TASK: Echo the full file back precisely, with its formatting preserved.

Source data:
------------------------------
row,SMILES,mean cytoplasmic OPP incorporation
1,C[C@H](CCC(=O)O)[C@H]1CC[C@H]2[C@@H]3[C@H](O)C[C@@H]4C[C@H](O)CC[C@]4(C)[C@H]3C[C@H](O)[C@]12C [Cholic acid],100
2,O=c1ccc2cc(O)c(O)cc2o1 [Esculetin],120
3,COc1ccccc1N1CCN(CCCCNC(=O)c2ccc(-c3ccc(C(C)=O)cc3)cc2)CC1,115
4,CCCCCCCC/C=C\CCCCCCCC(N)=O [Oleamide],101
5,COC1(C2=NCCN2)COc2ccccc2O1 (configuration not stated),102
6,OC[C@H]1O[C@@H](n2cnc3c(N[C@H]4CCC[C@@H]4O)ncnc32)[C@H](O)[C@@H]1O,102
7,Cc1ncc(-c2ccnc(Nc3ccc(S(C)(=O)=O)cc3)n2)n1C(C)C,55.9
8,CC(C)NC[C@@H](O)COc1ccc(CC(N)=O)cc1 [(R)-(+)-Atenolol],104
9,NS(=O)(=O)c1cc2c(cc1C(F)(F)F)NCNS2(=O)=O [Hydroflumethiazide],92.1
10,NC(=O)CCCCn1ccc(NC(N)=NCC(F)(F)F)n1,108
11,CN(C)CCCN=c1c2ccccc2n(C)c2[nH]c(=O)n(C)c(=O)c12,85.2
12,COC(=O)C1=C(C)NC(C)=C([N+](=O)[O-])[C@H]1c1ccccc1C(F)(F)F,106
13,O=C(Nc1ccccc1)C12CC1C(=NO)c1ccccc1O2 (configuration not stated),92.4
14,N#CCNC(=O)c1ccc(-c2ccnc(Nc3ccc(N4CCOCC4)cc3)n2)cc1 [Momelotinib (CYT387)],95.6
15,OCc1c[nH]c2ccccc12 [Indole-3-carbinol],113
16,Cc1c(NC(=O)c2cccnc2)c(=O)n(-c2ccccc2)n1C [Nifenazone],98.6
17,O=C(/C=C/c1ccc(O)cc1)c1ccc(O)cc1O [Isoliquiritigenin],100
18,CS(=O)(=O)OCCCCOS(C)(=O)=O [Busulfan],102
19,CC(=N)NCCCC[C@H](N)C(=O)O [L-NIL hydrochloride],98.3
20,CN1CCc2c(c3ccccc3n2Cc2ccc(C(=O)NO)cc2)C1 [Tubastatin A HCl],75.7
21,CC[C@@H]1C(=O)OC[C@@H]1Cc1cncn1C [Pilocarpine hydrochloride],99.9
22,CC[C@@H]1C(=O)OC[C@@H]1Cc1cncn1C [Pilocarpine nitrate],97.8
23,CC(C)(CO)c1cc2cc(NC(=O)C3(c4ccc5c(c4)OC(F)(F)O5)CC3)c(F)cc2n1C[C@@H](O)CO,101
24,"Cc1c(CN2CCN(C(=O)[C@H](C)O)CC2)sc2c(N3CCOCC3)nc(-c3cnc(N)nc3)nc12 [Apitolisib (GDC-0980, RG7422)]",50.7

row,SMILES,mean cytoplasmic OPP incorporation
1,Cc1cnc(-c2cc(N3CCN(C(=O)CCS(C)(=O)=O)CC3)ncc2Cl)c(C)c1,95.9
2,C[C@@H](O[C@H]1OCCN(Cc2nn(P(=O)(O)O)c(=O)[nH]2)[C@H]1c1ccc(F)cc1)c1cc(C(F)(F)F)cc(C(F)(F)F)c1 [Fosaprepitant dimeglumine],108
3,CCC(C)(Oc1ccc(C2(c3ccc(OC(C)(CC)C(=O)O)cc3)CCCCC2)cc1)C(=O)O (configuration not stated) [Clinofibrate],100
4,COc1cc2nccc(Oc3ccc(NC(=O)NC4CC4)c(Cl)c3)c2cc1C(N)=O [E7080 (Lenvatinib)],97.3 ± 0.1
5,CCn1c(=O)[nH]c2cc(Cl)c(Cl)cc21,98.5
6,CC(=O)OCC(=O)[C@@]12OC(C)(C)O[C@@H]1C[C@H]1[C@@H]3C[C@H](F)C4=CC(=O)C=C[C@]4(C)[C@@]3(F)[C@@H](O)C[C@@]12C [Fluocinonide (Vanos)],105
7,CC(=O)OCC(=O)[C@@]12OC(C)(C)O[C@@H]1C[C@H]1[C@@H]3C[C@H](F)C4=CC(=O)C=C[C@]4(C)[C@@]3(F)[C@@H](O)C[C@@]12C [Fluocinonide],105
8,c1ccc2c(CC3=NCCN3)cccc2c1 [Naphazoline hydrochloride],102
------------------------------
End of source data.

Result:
row,SMILES,mean cytoplasmic OPP incorporation
1,C[C@H](CCC(=O)O)[C@H]1CC[C@H]2[C@@H]3[C@H](O)C[C@@H]4C[C@H](O)CC[C@]4(C)[C@H]3C[C@H](O)[C@]12C [Cholic acid],100
2,O=c1ccc2cc(O)c(O)cc2o1 [Esculetin],120
3,COc1ccccc1N1CCN(CCCCNC(=O)c2ccc(-c3ccc(C(C)=O)cc3)cc2)CC1,115
4,CCCCCCCC/C=C\CCCCCCCC(N)=O [Oleamide],101
5,COC1(C2=NCCN2)COc2ccccc2O1 (configuration not stated),102
6,OC[C@H]1O[C@@H](n2cnc3c(N[C@H]4CCC[C@@H]4O)ncnc32)[C@H](O)[C@@H]1O,102
7,Cc1ncc(-c2ccnc(Nc3ccc(S(C)(=O)=O)cc3)n2)n1C(C)C,55.9
8,CC(C)NC[C@@H](O)COc1ccc(CC(N)=O)cc1 [(R)-(+)-Atenolol],104
9,NS(=O)(=O)c1cc2c(cc1C(F)(F)F)NCNS2(=O)=O [Hydroflumethiazide],92.1
10,NC(=O)CCCCn1ccc(NC(N)=NCC(F)(F)F)n1,108
11,CN(C)CCCN=c1c2ccccc2n(C)c2[nH]c(=O)n(C)c(=O)c12,85.2
12,COC(=O)C1=C(C)NC(C)=C([N+](=O)[O-])[C@H]1c1ccccc1C(F)(F)F,106
13,O=C(Nc1ccccc1)C12CC1C(=NO)c1ccccc1O2 (configuration not stated),92.4
14,N#CCNC(=O)c1ccc(-c2ccnc(Nc3ccc(N4CCOCC4)cc3)n2)cc1 [Momelotinib (CYT387)],95.6
15,OCc1c[nH]c2ccccc12 [Indole-3-carbinol],113
16,Cc1c(NC(=O)c2cccnc2)c(=O)n(-c2ccccc2)n1C [Nifenazone],98.6
17,O=C(/C=C/c1ccc(O)cc1)c1ccc(O)cc1O [Isoliquiritigenin],100
18,CS(=O)(=O)OCCCCOS(C)(=O)=O [Busulfan],102
19,CC(=N)NCCCC[C@H](N)C(=O)O [L-NIL hydrochloride],98.3
20,CN1CCc2c(c3ccccc3n2Cc2ccc(C(=O)NO)cc2)C1 [Tubastatin A HCl],75.7
21,CC[C@@H]1C(=O)OC[C@@H]1Cc1cncn1C [Pilocarpine hydrochloride],99.9
22,CC[C@@H]1C(=O)OC[C@@H]1Cc1cncn1C [Pilocarpine nitrate],97.8
23,CC(C)(CO)c1cc2cc(NC(=O)C3(c4ccc5c(c4)OC(F)(F)O5)CC3)c(F)cc2n1C[C@@H](O)CO,101
24,"Cc1c(CN2CCN(C(=O)[C@H](C)O)CC2)sc2c(N3CCOCC3)nc(-c3cnc(N)nc3)nc12 [Apitolisib (GDC-0980, RG7422)]",50.7

row,SMILES,mean cytoplasmic OPP incorporation
1,Cc1cnc(-c2cc(N3CCN(C(=O)CCS(C)(=O)=O)CC3)ncc2Cl)c(C)c1,95.9
2,C[C@@H](O[C@H]1OCCN(Cc2nn(P(=O)(O)O)c(=O)[nH]2)[C@H]1c1ccc(F)cc1)c1cc(C(F)(F)F)cc(C(F)(F)F)c1 [Fosaprepitant dimeglumine],108
3,CCC(C)(Oc1ccc(C2(c3ccc(OC(C)(CC)C(=O)O)cc3)CCCCC2)cc1)C(=O)O (configuration not stated) [Clinofibrate],100
4,COc1cc2nccc(Oc3ccc(NC(=O)NC4CC4)c(Cl)c3)c2cc1C(N)=O [E7080 (Lenvatinib)],97.3 ± 0.1
5,CCn1c(=O)[nH]c2cc(Cl)c(Cl)cc21,98.5
6,CC(=O)OCC(=O)[C@@]12OC(C)(C)O[C@@H]1C[C@H]1[C@@H]3C[C@H](F)C4=CC(=O)C=C[C@]4(C)[C@@]3(F)[C@@H](O)C[C@@]12C [Fluocinonide (Vanos)],105
7,CC(=O)OCC(=O)[C@@]12OC(C)(C)O[C@@H]1C[C@H]1[C@@H]3C[C@H](F)C4=CC(=O)C=C[C@]4(C)[C@@]3(F)[C@@H](O)C[C@@]12C [Fluocinonide],105
8,c1ccc2c(CC3=NCCN3)cccc2c1 [Naphazoline hydrochloride],102